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Global Risk Management Survey

Posted by: Ed Sattar | March 8, 2016

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A CEO’s Perspective

The financial crisis which shook global markets and financial institutions worldwide has forever changed the landscape with an era of sweeping regulatory change. The new regulatory landscape is placing demands on financial institutions in such areas as corporate governance, risk appetite, capital adequacy, stress tests, operational risk, technology data and information systems, and risk culture.

 

Risk management must respond to “the new normal”—an environment of continual regulatory change and ever more demanding expectations.

The complete report and key findings from the ninth annual Global Risk Management Survey published by Deloitte University Press can be found here: Global Risk Survey

Key Findings:

  • More focus on risk management by boards of directors. Reflecting increased regulatory requirements, 85 percent of respondents reported that their board of directors currently devotes more time to oversight of risk than it did two years ago.
  • The existence of a chief risk officer (CRO) position has grown to be nearly universal. In the current survey, 92 percent of institutions reported having a CRO or equivalent position, up from 89 percent in 2012 and 65 percent in 2002.
  • Ninety-two percent of respondents said their institution either had an enterprise risk management (ERM) program or was in the process of implementing one, an increase from 83 percent in 2012 and 59 percent in 2008.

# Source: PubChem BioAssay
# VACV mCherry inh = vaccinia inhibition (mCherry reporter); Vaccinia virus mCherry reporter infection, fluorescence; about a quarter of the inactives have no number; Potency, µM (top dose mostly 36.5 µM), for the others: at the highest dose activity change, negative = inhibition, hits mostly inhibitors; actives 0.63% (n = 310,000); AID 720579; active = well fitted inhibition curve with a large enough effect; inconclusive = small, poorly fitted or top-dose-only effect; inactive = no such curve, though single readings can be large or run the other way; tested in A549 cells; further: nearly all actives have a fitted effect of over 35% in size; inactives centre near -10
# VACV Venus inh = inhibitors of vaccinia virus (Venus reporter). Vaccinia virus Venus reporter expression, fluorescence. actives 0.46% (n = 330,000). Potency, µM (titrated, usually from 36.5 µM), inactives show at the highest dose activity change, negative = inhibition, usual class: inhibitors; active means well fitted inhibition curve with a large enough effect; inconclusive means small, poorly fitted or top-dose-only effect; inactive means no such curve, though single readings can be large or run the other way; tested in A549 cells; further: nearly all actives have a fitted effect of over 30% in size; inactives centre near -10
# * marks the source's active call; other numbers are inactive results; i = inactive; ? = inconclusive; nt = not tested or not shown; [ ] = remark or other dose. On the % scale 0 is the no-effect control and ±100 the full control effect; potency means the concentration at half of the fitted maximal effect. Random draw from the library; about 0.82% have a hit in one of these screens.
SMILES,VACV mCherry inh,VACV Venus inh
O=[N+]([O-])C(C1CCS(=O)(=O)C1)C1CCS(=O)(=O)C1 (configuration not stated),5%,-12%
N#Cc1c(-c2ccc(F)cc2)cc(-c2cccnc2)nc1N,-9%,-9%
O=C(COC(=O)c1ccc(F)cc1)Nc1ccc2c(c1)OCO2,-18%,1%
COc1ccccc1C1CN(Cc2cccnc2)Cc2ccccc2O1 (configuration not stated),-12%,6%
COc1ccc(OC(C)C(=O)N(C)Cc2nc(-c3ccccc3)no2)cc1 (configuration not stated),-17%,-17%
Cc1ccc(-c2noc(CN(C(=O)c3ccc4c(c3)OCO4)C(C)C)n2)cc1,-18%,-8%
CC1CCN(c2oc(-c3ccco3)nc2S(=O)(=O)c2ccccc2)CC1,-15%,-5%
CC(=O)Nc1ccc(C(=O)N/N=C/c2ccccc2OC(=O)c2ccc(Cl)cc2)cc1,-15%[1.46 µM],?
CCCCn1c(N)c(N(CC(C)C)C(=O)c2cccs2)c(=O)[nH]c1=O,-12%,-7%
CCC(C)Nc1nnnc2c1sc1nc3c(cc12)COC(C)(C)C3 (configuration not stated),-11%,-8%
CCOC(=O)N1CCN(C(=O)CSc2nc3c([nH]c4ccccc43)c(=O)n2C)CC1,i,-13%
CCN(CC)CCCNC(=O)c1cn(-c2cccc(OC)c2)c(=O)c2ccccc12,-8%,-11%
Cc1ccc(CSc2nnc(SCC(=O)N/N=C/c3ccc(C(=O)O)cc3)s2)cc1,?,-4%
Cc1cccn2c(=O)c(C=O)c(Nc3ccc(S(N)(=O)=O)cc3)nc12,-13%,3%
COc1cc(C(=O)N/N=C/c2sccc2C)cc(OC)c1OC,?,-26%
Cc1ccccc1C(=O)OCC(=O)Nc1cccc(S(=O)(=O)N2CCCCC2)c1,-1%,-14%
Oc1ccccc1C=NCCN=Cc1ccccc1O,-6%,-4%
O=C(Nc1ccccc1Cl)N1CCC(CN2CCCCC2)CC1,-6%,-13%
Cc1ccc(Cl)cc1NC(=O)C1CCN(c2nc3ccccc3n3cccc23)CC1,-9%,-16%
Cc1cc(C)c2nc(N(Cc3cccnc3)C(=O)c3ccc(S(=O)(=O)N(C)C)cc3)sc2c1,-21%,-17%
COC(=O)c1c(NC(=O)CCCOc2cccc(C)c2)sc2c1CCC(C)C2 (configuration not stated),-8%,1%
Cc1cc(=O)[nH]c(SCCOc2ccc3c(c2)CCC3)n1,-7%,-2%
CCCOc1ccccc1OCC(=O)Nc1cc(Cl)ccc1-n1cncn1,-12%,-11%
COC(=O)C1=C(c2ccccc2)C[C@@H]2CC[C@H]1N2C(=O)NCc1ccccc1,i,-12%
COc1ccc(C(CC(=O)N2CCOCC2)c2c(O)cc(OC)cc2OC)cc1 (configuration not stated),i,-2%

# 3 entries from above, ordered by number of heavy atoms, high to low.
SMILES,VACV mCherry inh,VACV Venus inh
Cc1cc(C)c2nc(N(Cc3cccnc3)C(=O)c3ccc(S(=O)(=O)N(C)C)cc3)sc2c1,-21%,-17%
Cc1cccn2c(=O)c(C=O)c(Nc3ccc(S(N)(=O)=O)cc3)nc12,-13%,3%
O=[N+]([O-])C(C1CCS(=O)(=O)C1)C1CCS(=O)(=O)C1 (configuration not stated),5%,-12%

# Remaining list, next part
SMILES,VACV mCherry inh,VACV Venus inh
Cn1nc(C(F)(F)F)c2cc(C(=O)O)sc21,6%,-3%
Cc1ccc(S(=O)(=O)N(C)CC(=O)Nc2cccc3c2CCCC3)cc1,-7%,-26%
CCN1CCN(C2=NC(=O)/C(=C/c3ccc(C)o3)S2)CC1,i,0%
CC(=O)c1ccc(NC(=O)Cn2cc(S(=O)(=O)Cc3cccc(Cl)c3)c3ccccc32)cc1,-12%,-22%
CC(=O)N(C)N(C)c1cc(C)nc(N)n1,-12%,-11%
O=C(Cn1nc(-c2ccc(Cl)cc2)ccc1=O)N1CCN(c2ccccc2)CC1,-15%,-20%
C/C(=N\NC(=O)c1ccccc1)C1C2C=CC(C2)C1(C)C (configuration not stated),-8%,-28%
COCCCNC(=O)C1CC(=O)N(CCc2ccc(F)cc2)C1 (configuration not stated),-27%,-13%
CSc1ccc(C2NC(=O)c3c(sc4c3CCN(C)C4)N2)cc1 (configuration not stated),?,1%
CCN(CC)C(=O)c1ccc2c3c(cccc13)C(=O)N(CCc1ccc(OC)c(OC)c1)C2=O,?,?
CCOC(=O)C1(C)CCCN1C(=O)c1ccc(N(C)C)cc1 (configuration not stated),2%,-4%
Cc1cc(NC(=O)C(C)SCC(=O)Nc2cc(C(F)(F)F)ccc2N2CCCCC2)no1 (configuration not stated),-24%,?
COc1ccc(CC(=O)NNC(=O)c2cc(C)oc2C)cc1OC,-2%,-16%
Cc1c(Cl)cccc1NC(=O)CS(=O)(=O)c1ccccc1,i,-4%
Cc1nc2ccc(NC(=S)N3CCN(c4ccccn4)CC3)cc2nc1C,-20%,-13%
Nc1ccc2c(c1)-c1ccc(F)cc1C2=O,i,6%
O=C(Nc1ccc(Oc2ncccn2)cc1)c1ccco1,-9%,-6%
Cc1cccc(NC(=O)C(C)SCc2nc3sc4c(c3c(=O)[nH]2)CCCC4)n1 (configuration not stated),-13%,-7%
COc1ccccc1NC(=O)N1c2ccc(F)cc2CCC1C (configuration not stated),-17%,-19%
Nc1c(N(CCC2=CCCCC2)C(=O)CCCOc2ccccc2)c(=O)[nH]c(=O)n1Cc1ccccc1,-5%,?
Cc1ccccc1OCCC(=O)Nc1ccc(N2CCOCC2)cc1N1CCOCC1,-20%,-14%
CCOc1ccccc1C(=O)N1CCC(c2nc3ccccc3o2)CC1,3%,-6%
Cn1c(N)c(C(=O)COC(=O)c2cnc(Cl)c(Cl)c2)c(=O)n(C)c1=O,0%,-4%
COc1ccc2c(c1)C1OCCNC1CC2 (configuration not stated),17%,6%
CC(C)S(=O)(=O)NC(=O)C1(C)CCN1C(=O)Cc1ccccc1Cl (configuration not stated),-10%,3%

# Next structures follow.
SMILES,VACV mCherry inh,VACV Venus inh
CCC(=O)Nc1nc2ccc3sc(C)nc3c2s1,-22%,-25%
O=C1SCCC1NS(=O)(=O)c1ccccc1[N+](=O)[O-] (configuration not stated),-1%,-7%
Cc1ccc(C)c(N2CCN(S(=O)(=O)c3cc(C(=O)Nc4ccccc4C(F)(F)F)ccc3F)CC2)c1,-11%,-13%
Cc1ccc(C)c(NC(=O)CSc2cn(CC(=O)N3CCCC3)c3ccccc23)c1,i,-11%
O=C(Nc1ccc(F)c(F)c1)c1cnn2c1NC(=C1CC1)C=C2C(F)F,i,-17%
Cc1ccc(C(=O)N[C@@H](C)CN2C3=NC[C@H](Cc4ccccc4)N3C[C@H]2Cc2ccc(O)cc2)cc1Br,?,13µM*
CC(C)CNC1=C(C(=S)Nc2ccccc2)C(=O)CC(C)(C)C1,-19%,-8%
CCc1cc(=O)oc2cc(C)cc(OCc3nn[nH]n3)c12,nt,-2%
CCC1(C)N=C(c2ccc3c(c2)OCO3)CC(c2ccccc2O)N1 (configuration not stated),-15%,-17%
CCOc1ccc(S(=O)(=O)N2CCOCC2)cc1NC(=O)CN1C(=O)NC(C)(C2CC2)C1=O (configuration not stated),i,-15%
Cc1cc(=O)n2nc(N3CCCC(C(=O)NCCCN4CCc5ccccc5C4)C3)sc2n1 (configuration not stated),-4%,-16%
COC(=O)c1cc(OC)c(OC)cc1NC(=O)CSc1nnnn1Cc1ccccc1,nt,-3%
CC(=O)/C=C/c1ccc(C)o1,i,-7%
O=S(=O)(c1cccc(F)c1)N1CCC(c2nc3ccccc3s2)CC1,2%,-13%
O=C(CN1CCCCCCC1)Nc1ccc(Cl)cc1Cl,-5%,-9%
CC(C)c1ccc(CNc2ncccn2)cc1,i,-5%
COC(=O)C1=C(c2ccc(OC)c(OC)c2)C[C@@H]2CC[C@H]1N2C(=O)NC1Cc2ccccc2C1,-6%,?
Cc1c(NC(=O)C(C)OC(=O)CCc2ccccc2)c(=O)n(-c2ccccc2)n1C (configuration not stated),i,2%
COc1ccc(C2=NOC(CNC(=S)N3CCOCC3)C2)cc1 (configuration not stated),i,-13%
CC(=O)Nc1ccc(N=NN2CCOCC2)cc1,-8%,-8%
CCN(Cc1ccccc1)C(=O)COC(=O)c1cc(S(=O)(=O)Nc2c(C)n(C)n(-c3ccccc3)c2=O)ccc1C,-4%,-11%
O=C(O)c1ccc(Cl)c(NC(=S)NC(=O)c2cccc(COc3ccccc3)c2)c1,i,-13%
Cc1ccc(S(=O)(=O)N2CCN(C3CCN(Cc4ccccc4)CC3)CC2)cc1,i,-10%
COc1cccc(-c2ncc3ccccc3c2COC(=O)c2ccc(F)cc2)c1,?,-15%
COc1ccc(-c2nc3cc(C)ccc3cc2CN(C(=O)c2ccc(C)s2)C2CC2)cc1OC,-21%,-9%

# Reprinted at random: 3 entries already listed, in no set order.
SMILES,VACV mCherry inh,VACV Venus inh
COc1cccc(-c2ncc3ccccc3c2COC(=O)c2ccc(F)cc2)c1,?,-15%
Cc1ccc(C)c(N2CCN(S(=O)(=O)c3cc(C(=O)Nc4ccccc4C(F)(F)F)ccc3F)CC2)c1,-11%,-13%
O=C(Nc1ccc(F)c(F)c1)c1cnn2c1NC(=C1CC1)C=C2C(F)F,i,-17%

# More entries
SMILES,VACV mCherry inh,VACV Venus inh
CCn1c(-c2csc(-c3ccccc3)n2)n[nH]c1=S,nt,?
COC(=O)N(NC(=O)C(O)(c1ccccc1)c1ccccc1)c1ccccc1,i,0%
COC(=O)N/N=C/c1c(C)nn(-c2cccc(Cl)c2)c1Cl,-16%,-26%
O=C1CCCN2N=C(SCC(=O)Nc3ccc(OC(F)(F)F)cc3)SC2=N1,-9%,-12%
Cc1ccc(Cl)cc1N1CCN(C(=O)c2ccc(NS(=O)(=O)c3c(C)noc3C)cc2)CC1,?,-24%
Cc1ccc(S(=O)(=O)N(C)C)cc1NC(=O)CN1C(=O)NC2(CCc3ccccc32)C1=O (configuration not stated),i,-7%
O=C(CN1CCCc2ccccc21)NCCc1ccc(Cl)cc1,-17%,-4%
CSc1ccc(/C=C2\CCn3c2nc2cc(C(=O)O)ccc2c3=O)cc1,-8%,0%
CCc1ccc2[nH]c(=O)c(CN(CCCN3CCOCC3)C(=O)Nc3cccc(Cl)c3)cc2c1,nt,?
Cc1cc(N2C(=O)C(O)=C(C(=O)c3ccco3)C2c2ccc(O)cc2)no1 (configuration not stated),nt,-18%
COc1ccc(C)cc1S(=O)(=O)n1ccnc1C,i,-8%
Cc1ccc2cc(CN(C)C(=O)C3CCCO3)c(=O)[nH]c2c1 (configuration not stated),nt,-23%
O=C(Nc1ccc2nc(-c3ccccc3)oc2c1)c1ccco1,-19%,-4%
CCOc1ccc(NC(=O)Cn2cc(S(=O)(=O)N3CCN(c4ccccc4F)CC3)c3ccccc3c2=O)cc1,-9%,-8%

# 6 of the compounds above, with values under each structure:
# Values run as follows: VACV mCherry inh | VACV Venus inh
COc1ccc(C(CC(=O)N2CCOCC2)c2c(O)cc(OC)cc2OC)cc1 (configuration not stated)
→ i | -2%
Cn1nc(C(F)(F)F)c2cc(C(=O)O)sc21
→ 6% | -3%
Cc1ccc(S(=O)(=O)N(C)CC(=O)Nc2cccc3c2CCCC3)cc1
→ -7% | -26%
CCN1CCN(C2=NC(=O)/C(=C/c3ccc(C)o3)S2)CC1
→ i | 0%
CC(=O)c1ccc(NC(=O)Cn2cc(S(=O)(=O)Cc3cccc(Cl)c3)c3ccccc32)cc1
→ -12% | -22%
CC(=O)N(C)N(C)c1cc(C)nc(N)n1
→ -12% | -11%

• Roughly two-thirds of respondents felt their institution was extremely or very effective in managing the more traditional types of operational risks, such as legal (70 percent), regulatory/compliance (67 percent), and tax (66 percent).
  • Fewer respondents felt their institution was extremely or very effective when it came to other operational risk types such as third party (44 percent), cybersecurity (42 percent), data integrity (40 percent), and model (37 percent).

Summary

Financial institutions are adjusting to the new environment for risk management. Most institutions will need to enhance their risk management programs to stay current— improving analytical capabilities, investing in risk data and information systems, attracting risk management talent, fostering an ethical culture, and aligning incentive compensation practices with risk appetite. Financial institutions will need to develop the flexibility to respond nimbly to the “new normal” risk management environment of unceasing regulatory change.

Info Source: Deloitte Touche Tohmatsu Limited

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